I wrote the blog below on December 29th and forgot to post it. As I look back over it I am reminded how wonderful it is to sit still before our maker and just hear Him speak and feel His presence.
As I think about the beauty of these moments, I am reminded of another part of the Christian journey, the call to action. While there are seasons where we are called to go back and rebuild our foundations and remember what God has done for us, there is certainly a time to act as well.
I am reminded of a definition I heard for the word “integrity,” it was defined as your actions aligning with your beliefs. Simple. When we allow God to work on our inside and shape what is important to us and what we believe, then act with integrity, we will inevitably act according to our call in Him. Proverbs 11:3 says, “The integrity of the upright guides them, but the unfaithful are destroyed by their duplicity.”
Rick Joyner recently published a very interesting article calling Christians to action (the article can be found here). The article presents many interesting opinions about the current state of leadership in the U.S. and where The Church stands in all of this. I like the article specifically for the part where he talks about the “Sons of Zadok” who was the High Priest while David was King. While I would like to believe it is simple to at with integrity, this story reminds us it is not.
It is a bit long but worth your 10 minutes if I haven’t bored you already. After you read what Dr. Joyner has to say, maybe you can take a minute to read the blog I meant to post on December 29th (see below) and spend some good reflection time with God.
The word “remember” is in the Bible more than 200 times (according to the New International Version). I believe that to remember speaks to reflection and often-time, inflection. God modeled this behavior throughout the old testament as He spared Noah (“God remembered Noah”), showed favor on Abraham through Lot (“God remembered Abraham and brought Lot out of the catastrophe”) and as He guided the Israelites through their wondering in the desert (“God remembered them as he brought them out of Egypt”). He often commanded his disciples to remember in the New Testament and commanded them “not to forget” as he ascended from the earth.
All of life is cyclical, there is a time for everything as we are told in Ecclesiastes 3. The last month or so of my life has been a dry time. I am sure this was aided by my lack of discipline in seeking Him as my life became busy (as I am sure everyone else’s did during the holiday season). During this “dry” time of my life, as I am not hearing anything specific from the Lord, I begin to look inward and reflect. It is when I started doing this that I realized that may well be the whole point of the silence I was experiencing. I am often moved or hear things from God through nature or through something I see or hear in the world around me. I have let myself get so dependent on hearing God this way that I had neglected the fact He is in me and can just speak to me, not through the outside but through the inside. The “still, small voice” is ready to speak within me.
Once I realized that I needed to stop looking for signs all around me and look in me, I heard Him again. The sweet, sweet voice of my savior, deep within me spoke. I heard Him remind me that I need to just “be” before Him. A power unknown to the natural world is often found when we simply are before Him, when we quite ourselves, stop looking around us and just “be” before Him. It may be overused but I am reminded of the Psalms: “Be still, and know that I am God.”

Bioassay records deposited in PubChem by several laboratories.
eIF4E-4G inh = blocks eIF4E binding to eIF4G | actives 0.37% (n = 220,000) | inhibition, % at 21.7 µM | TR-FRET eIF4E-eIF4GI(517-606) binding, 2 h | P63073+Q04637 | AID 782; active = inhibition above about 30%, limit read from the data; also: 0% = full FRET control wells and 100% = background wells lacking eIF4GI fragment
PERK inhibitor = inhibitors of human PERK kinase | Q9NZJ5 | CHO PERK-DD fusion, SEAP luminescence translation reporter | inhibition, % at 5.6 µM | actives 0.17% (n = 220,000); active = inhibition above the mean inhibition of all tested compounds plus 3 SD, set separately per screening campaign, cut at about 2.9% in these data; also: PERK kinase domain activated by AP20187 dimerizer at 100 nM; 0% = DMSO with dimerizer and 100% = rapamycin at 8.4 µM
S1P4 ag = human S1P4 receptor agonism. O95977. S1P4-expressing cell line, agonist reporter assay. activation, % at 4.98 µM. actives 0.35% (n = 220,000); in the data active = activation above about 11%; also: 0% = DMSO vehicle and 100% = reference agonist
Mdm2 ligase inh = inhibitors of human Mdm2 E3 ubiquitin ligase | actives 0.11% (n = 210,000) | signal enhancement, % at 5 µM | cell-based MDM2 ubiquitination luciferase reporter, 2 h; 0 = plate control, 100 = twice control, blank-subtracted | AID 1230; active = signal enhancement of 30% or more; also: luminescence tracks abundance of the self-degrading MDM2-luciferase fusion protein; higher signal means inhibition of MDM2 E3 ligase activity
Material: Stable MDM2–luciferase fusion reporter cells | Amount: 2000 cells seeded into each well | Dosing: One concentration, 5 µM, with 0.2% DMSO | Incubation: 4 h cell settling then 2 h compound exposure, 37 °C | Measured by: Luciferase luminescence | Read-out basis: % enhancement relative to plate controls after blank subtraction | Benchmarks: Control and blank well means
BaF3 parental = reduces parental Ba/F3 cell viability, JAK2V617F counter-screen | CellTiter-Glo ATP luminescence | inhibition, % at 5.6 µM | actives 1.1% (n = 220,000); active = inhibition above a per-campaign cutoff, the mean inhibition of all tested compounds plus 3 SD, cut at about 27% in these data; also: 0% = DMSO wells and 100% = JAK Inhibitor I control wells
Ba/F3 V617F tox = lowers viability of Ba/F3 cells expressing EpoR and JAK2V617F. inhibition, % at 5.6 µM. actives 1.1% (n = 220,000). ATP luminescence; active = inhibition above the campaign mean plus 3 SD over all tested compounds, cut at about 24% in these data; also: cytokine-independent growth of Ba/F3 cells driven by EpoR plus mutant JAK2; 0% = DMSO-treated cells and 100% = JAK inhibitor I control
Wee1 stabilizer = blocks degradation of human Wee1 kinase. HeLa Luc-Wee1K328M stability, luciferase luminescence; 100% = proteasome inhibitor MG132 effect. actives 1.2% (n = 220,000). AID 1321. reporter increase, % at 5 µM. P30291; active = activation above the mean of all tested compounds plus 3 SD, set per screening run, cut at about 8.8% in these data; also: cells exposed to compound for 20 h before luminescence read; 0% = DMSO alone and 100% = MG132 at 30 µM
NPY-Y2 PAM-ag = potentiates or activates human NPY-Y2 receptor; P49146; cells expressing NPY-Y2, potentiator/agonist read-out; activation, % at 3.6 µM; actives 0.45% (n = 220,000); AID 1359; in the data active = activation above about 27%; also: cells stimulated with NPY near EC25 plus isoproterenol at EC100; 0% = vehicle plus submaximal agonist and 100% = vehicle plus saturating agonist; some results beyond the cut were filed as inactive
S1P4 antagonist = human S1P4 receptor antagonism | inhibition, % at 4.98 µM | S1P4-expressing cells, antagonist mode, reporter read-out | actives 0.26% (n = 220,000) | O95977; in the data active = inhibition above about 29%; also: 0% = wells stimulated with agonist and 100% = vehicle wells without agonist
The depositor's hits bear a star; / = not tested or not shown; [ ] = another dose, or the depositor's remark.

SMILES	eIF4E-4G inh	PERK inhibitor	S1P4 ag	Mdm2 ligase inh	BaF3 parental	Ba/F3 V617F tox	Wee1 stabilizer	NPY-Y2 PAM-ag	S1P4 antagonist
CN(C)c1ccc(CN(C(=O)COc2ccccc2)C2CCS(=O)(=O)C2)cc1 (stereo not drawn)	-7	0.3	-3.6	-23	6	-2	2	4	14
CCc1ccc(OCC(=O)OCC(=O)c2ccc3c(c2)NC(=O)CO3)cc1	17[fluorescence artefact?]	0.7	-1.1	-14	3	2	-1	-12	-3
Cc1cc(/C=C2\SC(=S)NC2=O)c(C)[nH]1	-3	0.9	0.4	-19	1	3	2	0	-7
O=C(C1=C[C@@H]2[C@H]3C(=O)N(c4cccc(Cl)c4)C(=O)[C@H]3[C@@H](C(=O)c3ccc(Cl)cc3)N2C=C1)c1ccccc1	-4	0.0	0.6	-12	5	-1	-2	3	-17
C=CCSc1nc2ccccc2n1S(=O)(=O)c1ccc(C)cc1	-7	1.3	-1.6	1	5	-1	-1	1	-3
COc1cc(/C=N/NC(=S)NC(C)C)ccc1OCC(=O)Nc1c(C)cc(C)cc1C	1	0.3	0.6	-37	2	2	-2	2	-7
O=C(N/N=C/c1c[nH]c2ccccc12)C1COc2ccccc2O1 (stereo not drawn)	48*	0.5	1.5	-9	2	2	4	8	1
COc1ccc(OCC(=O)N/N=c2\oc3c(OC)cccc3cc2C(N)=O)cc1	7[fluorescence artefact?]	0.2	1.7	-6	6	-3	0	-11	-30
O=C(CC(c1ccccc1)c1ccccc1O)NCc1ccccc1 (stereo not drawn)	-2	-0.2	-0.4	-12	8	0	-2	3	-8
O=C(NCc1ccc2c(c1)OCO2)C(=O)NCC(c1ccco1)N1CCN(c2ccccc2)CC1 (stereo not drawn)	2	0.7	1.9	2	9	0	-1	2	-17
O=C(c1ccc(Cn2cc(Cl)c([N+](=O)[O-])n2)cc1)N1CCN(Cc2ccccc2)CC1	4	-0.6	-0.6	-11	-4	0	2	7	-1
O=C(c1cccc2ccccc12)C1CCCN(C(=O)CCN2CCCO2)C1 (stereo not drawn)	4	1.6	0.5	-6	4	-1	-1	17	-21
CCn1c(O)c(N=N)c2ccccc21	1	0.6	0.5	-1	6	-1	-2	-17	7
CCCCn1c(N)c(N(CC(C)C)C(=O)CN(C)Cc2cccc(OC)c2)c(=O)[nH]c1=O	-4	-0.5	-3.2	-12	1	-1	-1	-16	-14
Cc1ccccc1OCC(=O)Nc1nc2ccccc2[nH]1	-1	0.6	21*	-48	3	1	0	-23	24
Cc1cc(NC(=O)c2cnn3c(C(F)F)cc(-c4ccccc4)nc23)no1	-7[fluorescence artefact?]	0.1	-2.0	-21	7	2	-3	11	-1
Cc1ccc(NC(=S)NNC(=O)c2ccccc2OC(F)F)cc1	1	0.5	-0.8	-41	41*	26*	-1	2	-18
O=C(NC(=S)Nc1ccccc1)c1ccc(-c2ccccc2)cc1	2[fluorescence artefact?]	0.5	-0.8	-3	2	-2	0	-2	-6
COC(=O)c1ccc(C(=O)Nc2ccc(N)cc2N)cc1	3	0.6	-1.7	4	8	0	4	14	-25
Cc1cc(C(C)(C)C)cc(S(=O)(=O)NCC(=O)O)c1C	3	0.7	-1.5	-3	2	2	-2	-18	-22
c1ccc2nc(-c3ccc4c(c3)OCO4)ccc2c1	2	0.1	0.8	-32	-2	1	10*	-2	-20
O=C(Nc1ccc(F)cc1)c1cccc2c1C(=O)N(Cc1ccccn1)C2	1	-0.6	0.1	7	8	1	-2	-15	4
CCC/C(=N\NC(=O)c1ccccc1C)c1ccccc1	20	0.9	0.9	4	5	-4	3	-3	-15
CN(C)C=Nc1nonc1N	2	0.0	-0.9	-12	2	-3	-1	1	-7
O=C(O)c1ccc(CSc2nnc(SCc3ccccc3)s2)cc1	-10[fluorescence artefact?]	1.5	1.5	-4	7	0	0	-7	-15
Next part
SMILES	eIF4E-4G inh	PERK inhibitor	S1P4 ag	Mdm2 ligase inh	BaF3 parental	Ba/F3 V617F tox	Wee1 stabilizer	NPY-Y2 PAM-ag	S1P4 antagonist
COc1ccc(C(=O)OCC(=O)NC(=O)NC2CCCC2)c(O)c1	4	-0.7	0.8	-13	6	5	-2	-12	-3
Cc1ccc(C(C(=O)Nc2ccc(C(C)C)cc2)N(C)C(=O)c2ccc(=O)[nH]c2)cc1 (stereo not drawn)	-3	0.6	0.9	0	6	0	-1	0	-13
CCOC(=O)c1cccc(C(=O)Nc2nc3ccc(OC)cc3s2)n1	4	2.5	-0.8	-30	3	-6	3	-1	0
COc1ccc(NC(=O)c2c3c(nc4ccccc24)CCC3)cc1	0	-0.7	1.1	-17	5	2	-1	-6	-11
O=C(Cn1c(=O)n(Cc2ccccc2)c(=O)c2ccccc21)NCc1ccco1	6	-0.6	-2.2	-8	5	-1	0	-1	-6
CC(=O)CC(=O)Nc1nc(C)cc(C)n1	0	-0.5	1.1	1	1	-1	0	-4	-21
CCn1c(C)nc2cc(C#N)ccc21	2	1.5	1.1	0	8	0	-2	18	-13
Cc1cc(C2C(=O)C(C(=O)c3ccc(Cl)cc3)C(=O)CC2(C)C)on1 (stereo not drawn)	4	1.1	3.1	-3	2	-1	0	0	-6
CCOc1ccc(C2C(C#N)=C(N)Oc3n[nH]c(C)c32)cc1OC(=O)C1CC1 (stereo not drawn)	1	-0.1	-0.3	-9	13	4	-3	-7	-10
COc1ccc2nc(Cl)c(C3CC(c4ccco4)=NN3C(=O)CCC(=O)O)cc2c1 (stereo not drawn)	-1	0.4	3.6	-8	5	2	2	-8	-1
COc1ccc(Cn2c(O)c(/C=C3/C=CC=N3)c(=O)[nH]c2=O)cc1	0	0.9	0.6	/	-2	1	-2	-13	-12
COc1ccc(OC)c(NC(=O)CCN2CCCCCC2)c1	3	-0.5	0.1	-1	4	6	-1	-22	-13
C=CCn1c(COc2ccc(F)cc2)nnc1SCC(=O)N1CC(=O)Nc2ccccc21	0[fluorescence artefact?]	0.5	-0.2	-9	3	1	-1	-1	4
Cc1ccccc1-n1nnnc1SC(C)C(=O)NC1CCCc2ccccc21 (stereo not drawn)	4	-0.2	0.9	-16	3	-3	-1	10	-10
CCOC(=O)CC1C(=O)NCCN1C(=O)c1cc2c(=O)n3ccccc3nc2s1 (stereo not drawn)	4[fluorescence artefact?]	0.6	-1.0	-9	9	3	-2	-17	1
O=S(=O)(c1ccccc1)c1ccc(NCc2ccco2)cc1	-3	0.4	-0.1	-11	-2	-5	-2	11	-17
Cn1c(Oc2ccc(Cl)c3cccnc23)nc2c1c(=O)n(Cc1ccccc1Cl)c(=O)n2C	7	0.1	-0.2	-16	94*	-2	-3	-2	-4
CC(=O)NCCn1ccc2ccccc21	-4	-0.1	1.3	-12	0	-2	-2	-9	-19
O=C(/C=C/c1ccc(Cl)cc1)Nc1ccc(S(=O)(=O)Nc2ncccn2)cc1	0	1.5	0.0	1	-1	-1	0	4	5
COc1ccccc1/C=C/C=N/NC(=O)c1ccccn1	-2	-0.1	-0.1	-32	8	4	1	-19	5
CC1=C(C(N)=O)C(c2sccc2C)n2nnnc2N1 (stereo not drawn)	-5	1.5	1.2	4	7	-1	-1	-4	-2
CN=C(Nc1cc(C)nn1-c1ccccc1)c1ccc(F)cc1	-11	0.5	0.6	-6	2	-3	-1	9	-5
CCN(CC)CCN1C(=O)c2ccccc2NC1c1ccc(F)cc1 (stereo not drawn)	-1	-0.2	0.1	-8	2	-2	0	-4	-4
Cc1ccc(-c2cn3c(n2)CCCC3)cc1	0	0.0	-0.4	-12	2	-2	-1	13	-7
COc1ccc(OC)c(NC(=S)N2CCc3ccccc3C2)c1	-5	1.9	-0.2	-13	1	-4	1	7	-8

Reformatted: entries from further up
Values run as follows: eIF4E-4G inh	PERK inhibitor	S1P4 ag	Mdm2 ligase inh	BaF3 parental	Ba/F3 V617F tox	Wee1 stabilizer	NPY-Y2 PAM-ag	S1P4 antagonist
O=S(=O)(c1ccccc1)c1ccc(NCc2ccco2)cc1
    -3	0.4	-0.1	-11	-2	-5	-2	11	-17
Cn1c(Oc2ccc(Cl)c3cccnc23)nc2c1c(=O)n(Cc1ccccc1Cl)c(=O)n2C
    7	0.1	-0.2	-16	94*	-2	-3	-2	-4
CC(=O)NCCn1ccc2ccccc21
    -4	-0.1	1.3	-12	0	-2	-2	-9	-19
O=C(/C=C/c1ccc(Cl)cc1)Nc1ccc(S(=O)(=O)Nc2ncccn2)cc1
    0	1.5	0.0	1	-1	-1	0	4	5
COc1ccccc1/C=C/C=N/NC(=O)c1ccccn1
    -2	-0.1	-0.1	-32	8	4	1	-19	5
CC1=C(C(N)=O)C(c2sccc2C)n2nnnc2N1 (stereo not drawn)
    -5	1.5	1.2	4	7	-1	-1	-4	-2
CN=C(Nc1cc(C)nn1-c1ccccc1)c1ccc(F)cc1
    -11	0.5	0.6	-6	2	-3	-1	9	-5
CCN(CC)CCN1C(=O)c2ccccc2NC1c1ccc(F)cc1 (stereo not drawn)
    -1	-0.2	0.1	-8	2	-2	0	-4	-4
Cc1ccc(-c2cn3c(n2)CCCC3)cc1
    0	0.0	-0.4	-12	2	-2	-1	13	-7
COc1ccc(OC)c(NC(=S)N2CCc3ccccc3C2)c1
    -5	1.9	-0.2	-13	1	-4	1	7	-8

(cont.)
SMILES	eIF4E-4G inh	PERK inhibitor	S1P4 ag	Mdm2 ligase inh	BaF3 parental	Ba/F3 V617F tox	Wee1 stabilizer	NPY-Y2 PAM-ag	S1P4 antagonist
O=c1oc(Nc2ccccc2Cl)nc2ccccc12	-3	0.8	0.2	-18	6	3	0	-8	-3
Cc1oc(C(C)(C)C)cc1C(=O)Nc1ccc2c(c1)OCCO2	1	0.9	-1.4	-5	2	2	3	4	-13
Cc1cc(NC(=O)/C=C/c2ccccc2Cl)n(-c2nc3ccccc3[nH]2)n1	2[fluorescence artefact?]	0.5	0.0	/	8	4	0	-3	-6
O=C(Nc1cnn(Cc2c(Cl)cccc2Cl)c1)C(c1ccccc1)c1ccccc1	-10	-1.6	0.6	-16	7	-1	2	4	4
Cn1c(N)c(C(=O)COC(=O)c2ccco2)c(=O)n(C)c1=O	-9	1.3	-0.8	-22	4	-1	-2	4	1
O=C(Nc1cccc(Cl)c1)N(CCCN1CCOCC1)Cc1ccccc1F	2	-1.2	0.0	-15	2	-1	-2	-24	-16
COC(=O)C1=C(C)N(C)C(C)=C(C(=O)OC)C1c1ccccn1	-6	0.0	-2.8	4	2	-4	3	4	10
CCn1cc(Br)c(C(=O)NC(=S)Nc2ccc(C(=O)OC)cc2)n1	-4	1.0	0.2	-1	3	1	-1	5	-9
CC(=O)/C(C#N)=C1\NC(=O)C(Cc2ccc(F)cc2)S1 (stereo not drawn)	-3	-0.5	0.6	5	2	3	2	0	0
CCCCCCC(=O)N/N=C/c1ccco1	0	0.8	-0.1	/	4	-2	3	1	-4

I recently spoke about this “dry spell” and my difficulty in just “being” before God with Pastor Russ (my father-in-law). Pastor Russ and I began to talk about the “tension” of life. He was reminded of a book by Elizabeth O’Connor called “Journey Inward, Journey Outward.” The book talks about the tension between living in the outside world (the “Journey Outward”) and living inside of ourselves in our Christian journey (the “Journey Inward”). This book is a wonderful book that teaches the readers how to journey inside one’s self and really look inward for your relationship with God (for He lives within us). It also talks about the outward journey as it relates to our Christian brothers and sisters. Our brothers and sisters are on the same journey with us, while we may be at different points, we are all on the same journey. I love the part of the book where O’Connor talks about helping those around us on the journey simply by living in our own journey. She talks about living our lives using our gifts and how that begs others to live their lives using their gifts. “He is the embodiment of the new humanity. The person who exercises his own gifts in freedom can allow the Holy Spirit to do in others what He wants to.”
I think what the Lord is doing in me is helping me reach the tension between the inside and outside. I’ve been so outside focused that I have forgotten to look inwards and just “be” before Him, to let Him work on the inside of me. I am reminded by O’Connor’s thoughts, I cannot be of any help to anyone outside of me if I am not living in the fullness of what He has called me to be. Just living in the present moment, enjoying the life God has given me at this very moment will beckon the Lord in others.